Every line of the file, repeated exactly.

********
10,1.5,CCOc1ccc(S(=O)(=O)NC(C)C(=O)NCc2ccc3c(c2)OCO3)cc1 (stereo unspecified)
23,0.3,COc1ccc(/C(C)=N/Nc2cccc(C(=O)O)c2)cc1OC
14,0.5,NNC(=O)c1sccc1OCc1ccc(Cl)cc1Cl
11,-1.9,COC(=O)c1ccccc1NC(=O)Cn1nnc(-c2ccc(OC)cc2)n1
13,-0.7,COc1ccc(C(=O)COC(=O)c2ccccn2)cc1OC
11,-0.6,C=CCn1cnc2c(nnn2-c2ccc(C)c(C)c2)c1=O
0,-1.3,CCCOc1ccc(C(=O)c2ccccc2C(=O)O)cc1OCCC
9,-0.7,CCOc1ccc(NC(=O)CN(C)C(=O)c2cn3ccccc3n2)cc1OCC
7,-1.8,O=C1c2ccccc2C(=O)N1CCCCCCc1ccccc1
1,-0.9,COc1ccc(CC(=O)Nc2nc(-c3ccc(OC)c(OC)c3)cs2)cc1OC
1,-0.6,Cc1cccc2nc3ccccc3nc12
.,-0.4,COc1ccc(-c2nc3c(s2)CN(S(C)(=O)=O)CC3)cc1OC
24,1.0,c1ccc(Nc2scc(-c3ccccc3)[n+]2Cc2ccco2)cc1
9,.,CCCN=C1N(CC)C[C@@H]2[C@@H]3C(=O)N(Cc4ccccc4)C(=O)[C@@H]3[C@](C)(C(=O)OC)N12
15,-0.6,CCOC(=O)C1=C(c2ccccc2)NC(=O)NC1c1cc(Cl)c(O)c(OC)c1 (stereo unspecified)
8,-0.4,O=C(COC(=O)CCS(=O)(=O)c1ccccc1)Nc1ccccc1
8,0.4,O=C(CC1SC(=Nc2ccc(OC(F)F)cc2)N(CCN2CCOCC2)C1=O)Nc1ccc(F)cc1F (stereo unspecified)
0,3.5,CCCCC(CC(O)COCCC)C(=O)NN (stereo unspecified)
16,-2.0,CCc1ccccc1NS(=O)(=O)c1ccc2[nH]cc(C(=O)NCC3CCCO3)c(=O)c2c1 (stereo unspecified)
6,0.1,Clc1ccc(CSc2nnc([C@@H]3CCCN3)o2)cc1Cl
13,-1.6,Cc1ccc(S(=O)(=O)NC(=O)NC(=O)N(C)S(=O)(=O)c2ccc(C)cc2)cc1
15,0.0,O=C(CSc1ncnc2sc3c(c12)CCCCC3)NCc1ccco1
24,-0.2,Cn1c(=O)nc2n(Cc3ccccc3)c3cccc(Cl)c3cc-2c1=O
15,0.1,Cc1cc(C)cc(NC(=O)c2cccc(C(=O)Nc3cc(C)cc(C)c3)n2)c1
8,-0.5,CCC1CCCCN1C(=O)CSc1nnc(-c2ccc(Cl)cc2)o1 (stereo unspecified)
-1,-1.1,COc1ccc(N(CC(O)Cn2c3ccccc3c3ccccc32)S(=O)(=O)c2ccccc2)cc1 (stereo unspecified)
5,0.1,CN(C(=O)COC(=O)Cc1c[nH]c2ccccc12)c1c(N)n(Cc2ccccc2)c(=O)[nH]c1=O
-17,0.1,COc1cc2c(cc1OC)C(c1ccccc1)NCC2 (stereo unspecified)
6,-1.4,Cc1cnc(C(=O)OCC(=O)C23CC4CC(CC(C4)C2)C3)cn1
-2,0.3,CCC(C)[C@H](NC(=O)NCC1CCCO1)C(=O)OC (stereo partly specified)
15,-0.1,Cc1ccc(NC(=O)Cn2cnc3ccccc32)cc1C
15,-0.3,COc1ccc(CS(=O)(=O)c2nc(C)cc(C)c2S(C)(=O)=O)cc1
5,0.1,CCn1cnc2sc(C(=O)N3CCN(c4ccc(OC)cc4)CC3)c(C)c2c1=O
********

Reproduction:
10,1.5,CCOc1ccc(S(=O)(=O)NC(C)C(=O)NCc2ccc3c(c2)OCO3)cc1 (stereo unspecified)
23,0.3,COc1ccc(/C(C)=N/Nc2cccc(C(=O)O)c2)cc1OC
14,0.5,NNC(=O)c1sccc1OCc1ccc(Cl)cc1Cl
11,-1.9,COC(=O)c1ccccc1NC(=O)Cn1nnc(-c2ccc(OC)cc2)n1
13,-0.7,COc1ccc(C(=O)COC(=O)c2ccccn2)cc1OC
11,-0.6,C=CCn1cnc2c(nnn2-c2ccc(C)c(C)c2)c1=O
0,-1.3,CCCOc1ccc(C(=O)c2ccccc2C(=O)O)cc1OCCC
9,-0.7,CCOc1ccc(NC(=O)CN(C)C(=O)c2cn3ccccc3n2)cc1OCC
7,-1.8,O=C1c2ccccc2C(=O)N1CCCCCCc1ccccc1
1,-0.9,COc1ccc(CC(=O)Nc2nc(-c3ccc(OC)c(OC)c3)cs2)cc1OC
1,-0.6,Cc1cccc2nc3ccccc3nc12
.,-0.4,COc1ccc(-c2nc3c(s2)CN(S(C)(=O)=O)CC3)cc1OC
24,1.0,c1ccc(Nc2scc(-c3ccccc3)[n+]2Cc2ccco2)cc1
9,.,CCCN=C1N(CC)C[C@@H]2[C@@H]3C(=O)N(Cc4ccccc4)C(=O)[C@@H]3[C@](C)(C(=O)OC)N12
15,-0.6,CCOC(=O)C1=C(c2ccccc2)NC(=O)NC1c1cc(Cl)c(O)c(OC)c1 (stereo unspecified)
8,-0.4,O=C(COC(=O)CCS(=O)(=O)c1ccccc1)Nc1ccccc1
8,0.4,O=C(CC1SC(=Nc2ccc(OC(F)F)cc2)N(CCN2CCOCC2)C1=O)Nc1ccc(F)cc1F (stereo unspecified)
0,3.5,CCCCC(CC(O)COCCC)C(=O)NN (stereo unspecified)
16,-2.0,CCc1ccccc1NS(=O)(=O)c1ccc2[nH]cc(C(=O)NCC3CCCO3)c(=O)c2c1 (stereo unspecified)
6,0.1,Clc1ccc(CSc2nnc([C@@H]3CCCN3)o2)cc1Cl
13,-1.6,Cc1ccc(S(=O)(=O)NC(=O)NC(=O)N(C)S(=O)(=O)c2ccc(C)cc2)cc1
15,0.0,O=C(CSc1ncnc2sc3c(c12)CCCCC3)NCc1ccco1
24,-0.2,Cn1c(=O)nc2n(Cc3ccccc3)c3cccc(Cl)c3cc-2c1=O
15,0.1,Cc1cc(C)cc(NC(=O)c2cccc(C(=O)Nc3cc(C)cc(C)c3)n2)c1
8,-0.5,CCC1CCCCN1C(=O)CSc1nnc(-c2ccc(Cl)cc2)o1 (stereo unspecified)
-1,-1.1,COc1ccc(N(CC(O)Cn2c3ccccc3c3ccccc32)S(=O)(=O)c2ccccc2)cc1 (stereo unspecified)
5,0.1,CN(C(=O)COC(=O)Cc1c[nH]c2ccccc12)c1c(N)n(Cc2ccccc2)c(=O)[nH]c1=O
-17,0.1,COc1cc2c(cc1OC)C(c1ccccc1)NCC2 (stereo unspecified)
6,-1.4,Cc1cnc(C(=O)OCC(=O)C23CC4CC(CC(C4)C2)C3)cn1
-2,0.3,CCC(C)[C@H](NC(=O)NCC1CCCO1)C(=O)OC (stereo partly specified)
15,-0.1,Cc1ccc(NC(=O)Cn2cnc3ccccc32)cc1C
15,-0.3,COc1ccc(CS(=O)(=O)c2nc(C)cc(C)c2S(C)(=O)=O)cc1
5,0.1,CCn1cnc2sc(C(=O)N3CCN(c4ccc(OC)cc4)CC3)c(C)c2c1=O